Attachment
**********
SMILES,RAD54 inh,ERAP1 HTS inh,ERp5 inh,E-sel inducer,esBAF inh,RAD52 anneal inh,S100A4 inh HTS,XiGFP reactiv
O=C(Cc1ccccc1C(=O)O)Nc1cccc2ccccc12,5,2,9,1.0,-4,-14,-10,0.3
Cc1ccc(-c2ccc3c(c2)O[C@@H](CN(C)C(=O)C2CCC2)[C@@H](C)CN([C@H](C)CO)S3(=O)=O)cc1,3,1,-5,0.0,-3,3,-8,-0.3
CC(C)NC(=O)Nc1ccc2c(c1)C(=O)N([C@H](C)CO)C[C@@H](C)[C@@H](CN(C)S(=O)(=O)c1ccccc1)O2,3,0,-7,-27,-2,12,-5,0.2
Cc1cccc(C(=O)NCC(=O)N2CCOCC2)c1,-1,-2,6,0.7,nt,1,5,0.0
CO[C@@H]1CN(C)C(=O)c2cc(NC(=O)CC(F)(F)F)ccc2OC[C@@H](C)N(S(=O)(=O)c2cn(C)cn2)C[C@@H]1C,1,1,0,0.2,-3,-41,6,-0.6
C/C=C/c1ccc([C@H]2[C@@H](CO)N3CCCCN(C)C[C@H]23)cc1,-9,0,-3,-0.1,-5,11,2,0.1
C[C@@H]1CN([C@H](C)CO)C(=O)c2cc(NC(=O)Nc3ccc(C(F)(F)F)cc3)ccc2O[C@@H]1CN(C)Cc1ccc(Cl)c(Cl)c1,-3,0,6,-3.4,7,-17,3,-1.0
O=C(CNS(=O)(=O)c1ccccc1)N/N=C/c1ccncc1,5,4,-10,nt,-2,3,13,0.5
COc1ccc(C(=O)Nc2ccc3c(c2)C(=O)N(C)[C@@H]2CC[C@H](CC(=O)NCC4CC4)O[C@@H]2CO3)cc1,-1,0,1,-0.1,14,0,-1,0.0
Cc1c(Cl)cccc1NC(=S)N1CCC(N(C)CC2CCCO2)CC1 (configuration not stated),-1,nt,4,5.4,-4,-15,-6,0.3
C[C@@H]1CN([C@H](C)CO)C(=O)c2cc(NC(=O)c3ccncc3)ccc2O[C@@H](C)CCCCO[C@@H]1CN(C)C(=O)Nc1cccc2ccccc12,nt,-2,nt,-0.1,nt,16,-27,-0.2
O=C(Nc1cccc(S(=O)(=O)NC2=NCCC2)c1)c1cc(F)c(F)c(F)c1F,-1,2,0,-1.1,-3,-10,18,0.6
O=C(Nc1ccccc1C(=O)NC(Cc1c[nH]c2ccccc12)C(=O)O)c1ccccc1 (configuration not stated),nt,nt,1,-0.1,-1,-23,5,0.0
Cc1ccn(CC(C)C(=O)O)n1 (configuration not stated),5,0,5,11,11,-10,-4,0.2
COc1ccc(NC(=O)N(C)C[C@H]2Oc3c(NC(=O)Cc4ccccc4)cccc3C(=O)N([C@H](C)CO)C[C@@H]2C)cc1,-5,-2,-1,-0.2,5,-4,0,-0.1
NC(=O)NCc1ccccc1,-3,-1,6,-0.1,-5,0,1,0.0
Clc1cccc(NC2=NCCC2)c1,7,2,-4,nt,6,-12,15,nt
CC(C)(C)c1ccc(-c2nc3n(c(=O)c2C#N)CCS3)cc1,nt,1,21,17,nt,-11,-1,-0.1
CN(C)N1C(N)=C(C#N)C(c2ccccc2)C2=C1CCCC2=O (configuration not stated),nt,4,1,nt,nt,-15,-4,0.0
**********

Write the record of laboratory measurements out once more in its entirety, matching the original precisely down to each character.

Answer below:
SMILES,RAD54 inh,ERAP1 HTS inh,ERp5 inh,E-sel inducer,esBAF inh,RAD52 anneal inh,S100A4 inh HTS,XiGFP reactiv
O=C(Cc1ccccc1C(=O)O)Nc1cccc2ccccc12,5,2,9,1.0,-4,-14,-10,0.3
Cc1ccc(-c2ccc3c(c2)O[C@@H](CN(C)C(=O)C2CCC2)[C@@H](C)CN([C@H](C)CO)S3(=O)=O)cc1,3,1,-5,0.0,-3,3,-8,-0.3
CC(C)NC(=O)Nc1ccc2c(c1)C(=O)N([C@H](C)CO)C[C@@H](C)[C@@H](CN(C)S(=O)(=O)c1ccccc1)O2,3,0,-7,-27,-2,12,-5,0.2
Cc1cccc(C(=O)NCC(=O)N2CCOCC2)c1,-1,-2,6,0.7,nt,1,5,0.0
CO[C@@H]1CN(C)C(=O)c2cc(NC(=O)CC(F)(F)F)ccc2OC[C@@H](C)N(S(=O)(=O)c2cn(C)cn2)C[C@@H]1C,1,1,0,0.2,-3,-41,6,-0.6
C/C=C/c1ccc([C@H]2[C@@H](CO)N3CCCCN(C)C[C@H]23)cc1,-9,0,-3,-0.1,-5,11,2,0.1
C[C@@H]1CN([C@H](C)CO)C(=O)c2cc(NC(=O)Nc3ccc(C(F)(F)F)cc3)ccc2O[C@@H]1CN(C)Cc1ccc(Cl)c(Cl)c1,-3,0,6,-3.4,7,-17,3,-1.0
O=C(CNS(=O)(=O)c1ccccc1)N/N=C/c1ccncc1,5,4,-10,nt,-2,3,13,0.5
COc1ccc(C(=O)Nc2ccc3c(c2)C(=O)N(C)[C@@H]2CC[C@H](CC(=O)NCC4CC4)O[C@@H]2CO3)cc1,-1,0,1,-0.1,14,0,-1,0.0
Cc1c(Cl)cccc1NC(=S)N1CCC(N(C)CC2CCCO2)CC1 (configuration not stated),-1,nt,4,5.4,-4,-15,-6,0.3
C[C@@H]1CN([C@H](C)CO)C(=O)c2cc(NC(=O)c3ccncc3)ccc2O[C@@H](C)CCCCO[C@@H]1CN(C)C(=O)Nc1cccc2ccccc12,nt,-2,nt,-0.1,nt,16,-27,-0.2
O=C(Nc1cccc(S(=O)(=O)NC2=NCCC2)c1)c1cc(F)c(F)c(F)c1F,-1,2,0,-1.1,-3,-10,18,0.6
O=C(Nc1ccccc1C(=O)NC(Cc1c[nH]c2ccccc12)C(=O)O)c1ccccc1 (configuration not stated),nt,nt,1,-0.1,-1,-23,5,0.0
Cc1ccn(CC(C)C(=O)O)n1 (configuration not stated),5,0,5,11,11,-10,-4,0.2
COc1ccc(NC(=O)N(C)C[C@H]2Oc3c(NC(=O)Cc4ccccc4)cccc3C(=O)N([C@H](C)CO)C[C@@H]2C)cc1,-5,-2,-1,-0.2,5,-4,0,-0.1
NC(=O)NCc1ccccc1,-3,-1,6,-0.1,-5,0,1,0.0
Clc1cccc(NC2=NCCC2)c1,7,2,-4,nt,6,-12,15,nt
CC(C)(C)c1ccc(-c2nc3n(c(=O)c2C#N)CCS3)cc1,nt,1,21,17,nt,-11,-1,-0.1
CN(C)N1C(N)=C(C#N)C(c2ccccc2)C2=C1CCCC2=O (configuration not stated),nt,4,1,nt,nt,-15,-4,0.0